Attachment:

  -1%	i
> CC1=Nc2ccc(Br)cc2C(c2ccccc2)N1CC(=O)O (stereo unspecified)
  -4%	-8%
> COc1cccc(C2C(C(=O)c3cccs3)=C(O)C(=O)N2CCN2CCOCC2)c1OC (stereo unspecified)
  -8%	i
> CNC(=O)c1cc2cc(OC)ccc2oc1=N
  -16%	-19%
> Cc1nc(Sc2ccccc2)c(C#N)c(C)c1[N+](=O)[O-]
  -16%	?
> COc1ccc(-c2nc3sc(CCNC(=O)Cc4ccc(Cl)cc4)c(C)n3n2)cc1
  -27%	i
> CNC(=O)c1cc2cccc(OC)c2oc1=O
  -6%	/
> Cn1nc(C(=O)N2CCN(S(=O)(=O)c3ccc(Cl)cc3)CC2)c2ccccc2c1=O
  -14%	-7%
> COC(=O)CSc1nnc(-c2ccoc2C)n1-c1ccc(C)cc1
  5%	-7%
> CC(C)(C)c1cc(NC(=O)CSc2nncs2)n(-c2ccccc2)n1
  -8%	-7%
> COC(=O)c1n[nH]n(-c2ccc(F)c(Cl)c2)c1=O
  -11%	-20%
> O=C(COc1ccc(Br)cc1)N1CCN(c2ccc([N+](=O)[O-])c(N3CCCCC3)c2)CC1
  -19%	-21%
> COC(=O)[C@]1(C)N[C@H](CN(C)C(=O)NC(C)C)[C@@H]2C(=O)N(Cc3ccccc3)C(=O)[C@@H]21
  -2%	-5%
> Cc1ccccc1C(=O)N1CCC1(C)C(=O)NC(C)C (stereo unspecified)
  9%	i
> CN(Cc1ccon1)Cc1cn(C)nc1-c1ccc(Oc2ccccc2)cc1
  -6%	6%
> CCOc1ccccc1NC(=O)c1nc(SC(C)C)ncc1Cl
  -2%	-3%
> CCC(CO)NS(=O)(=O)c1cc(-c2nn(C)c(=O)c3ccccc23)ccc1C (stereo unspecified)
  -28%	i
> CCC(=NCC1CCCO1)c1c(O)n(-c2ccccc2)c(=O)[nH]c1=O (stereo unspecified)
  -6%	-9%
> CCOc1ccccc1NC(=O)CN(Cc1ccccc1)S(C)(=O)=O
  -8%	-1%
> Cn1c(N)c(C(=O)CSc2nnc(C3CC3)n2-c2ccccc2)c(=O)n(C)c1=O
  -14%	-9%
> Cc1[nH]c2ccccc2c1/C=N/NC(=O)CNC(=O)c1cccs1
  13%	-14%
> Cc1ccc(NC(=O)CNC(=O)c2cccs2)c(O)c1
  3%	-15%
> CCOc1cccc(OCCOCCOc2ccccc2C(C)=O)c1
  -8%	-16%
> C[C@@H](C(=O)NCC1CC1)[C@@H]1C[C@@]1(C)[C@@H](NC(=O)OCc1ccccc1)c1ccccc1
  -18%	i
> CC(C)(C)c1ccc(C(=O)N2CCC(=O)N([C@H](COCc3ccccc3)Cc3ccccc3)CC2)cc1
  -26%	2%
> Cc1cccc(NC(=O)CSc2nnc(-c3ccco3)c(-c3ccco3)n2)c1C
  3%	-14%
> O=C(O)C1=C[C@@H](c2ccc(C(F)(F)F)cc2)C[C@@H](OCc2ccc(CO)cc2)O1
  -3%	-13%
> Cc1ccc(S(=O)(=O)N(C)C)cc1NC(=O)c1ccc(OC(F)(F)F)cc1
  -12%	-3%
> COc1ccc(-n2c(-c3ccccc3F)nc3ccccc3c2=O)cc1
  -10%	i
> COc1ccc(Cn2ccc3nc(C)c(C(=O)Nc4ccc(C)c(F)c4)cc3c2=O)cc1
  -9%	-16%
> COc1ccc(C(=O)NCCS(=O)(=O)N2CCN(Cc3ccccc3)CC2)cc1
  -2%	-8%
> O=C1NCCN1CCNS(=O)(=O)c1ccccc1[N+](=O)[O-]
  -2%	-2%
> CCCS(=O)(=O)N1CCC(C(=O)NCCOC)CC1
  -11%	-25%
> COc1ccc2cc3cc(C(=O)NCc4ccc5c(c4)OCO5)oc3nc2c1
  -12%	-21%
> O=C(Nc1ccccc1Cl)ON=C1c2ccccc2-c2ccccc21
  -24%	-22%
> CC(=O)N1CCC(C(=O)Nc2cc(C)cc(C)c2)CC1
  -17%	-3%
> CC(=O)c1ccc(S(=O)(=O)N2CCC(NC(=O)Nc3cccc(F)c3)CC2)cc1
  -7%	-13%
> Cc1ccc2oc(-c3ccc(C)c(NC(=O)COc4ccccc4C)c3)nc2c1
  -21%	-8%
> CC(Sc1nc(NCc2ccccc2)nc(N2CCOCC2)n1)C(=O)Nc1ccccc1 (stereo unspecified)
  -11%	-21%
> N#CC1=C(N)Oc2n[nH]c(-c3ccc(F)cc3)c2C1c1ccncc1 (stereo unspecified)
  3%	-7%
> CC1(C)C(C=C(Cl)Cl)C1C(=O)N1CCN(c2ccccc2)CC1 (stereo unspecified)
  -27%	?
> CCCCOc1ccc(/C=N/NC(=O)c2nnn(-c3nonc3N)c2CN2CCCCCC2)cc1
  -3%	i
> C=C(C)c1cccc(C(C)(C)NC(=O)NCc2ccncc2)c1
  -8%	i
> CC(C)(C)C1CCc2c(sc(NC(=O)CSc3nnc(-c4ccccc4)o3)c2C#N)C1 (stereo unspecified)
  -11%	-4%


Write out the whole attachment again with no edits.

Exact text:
  -1%	i
> CC1=Nc2ccc(Br)cc2C(c2ccccc2)N1CC(=O)O (stereo unspecified)
  -4%	-8%
> COc1cccc(C2C(C(=O)c3cccs3)=C(O)C(=O)N2CCN2CCOCC2)c1OC (stereo unspecified)
  -8%	i
> CNC(=O)c1cc2cc(OC)ccc2oc1=N
  -16%	-19%
> Cc1nc(Sc2ccccc2)c(C#N)c(C)c1[N+](=O)[O-]
  -16%	?
> COc1ccc(-c2nc3sc(CCNC(=O)Cc4ccc(Cl)cc4)c(C)n3n2)cc1
  -27%	i
> CNC(=O)c1cc2cccc(OC)c2oc1=O
  -6%	/
> Cn1nc(C(=O)N2CCN(S(=O)(=O)c3ccc(Cl)cc3)CC2)c2ccccc2c1=O
  -14%	-7%
> COC(=O)CSc1nnc(-c2ccoc2C)n1-c1ccc(C)cc1
  5%	-7%
> CC(C)(C)c1cc(NC(=O)CSc2nncs2)n(-c2ccccc2)n1
  -8%	-7%
> COC(=O)c1n[nH]n(-c2ccc(F)c(Cl)c2)c1=O
  -11%	-20%
> O=C(COc1ccc(Br)cc1)N1CCN(c2ccc([N+](=O)[O-])c(N3CCCCC3)c2)CC1
  -19%	-21%
> COC(=O)[C@]1(C)N[C@H](CN(C)C(=O)NC(C)C)[C@@H]2C(=O)N(Cc3ccccc3)C(=O)[C@@H]21
  -2%	-5%
> Cc1ccccc1C(=O)N1CCC1(C)C(=O)NC(C)C (stereo unspecified)
  9%	i
> CN(Cc1ccon1)Cc1cn(C)nc1-c1ccc(Oc2ccccc2)cc1
  -6%	6%
> CCOc1ccccc1NC(=O)c1nc(SC(C)C)ncc1Cl
  -2%	-3%
> CCC(CO)NS(=O)(=O)c1cc(-c2nn(C)c(=O)c3ccccc23)ccc1C (stereo unspecified)
  -28%	i
> CCC(=NCC1CCCO1)c1c(O)n(-c2ccccc2)c(=O)[nH]c1=O (stereo unspecified)
  -6%	-9%
> CCOc1ccccc1NC(=O)CN(Cc1ccccc1)S(C)(=O)=O
  -8%	-1%
> Cn1c(N)c(C(=O)CSc2nnc(C3CC3)n2-c2ccccc2)c(=O)n(C)c1=O
  -14%	-9%
> Cc1[nH]c2ccccc2c1/C=N/NC(=O)CNC(=O)c1cccs1
  13%	-14%
> Cc1ccc(NC(=O)CNC(=O)c2cccs2)c(O)c1
  3%	-15%
> CCOc1cccc(OCCOCCOc2ccccc2C(C)=O)c1
  -8%	-16%
> C[C@@H](C(=O)NCC1CC1)[C@@H]1C[C@@]1(C)[C@@H](NC(=O)OCc1ccccc1)c1ccccc1
  -18%	i
> CC(C)(C)c1ccc(C(=O)N2CCC(=O)N([C@H](COCc3ccccc3)Cc3ccccc3)CC2)cc1
  -26%	2%
> Cc1cccc(NC(=O)CSc2nnc(-c3ccco3)c(-c3ccco3)n2)c1C
  3%	-14%
> O=C(O)C1=C[C@@H](c2ccc(C(F)(F)F)cc2)C[C@@H](OCc2ccc(CO)cc2)O1
  -3%	-13%
> Cc1ccc(S(=O)(=O)N(C)C)cc1NC(=O)c1ccc(OC(F)(F)F)cc1
  -12%	-3%
> COc1ccc(-n2c(-c3ccccc3F)nc3ccccc3c2=O)cc1
  -10%	i
> COc1ccc(Cn2ccc3nc(C)c(C(=O)Nc4ccc(C)c(F)c4)cc3c2=O)cc1
  -9%	-16%
> COc1ccc(C(=O)NCCS(=O)(=O)N2CCN(Cc3ccccc3)CC2)cc1
  -2%	-8%
> O=C1NCCN1CCNS(=O)(=O)c1ccccc1[N+](=O)[O-]
  -2%	-2%
> CCCS(=O)(=O)N1CCC(C(=O)NCCOC)CC1
  -11%	-25%
> COc1ccc2cc3cc(C(=O)NCc4ccc5c(c4)OCO5)oc3nc2c1
  -12%	-21%
> O=C(Nc1ccccc1Cl)ON=C1c2ccccc2-c2ccccc21
  -24%	-22%
> CC(=O)N1CCC(C(=O)Nc2cc(C)cc(C)c2)CC1
  -17%	-3%
> CC(=O)c1ccc(S(=O)(=O)N2CCC(NC(=O)Nc3cccc(F)c3)CC2)cc1
  -7%	-13%
> Cc1ccc2oc(-c3ccc(C)c(NC(=O)COc4ccccc4C)c3)nc2c1
  -21%	-8%
> CC(Sc1nc(NCc2ccccc2)nc(N2CCOCC2)n1)C(=O)Nc1ccccc1 (stereo unspecified)
  -11%	-21%
> N#CC1=C(N)Oc2n[nH]c(-c3ccc(F)cc3)c2C1c1ccncc1 (stereo unspecified)
  3%	-7%
> CC1(C)C(C=C(Cl)Cl)C1C(=O)N1CCN(c2ccccc2)CC1 (stereo unspecified)
  -27%	?
> CCCCOc1ccc(/C=N/NC(=O)c2nnn(-c3nonc3N)c2CN2CCCCCC2)cc1
  -3%	i
> C=C(C)c1cccc(C(C)(C)NC(=O)NCc2ccncc2)c1
  -8%	i
> CC(C)(C)C1CCc2c(sc(NC(=O)CSc3nnc(-c4ccccc4)o3)c2C#N)C1 (stereo unspecified)
  -11%	-4%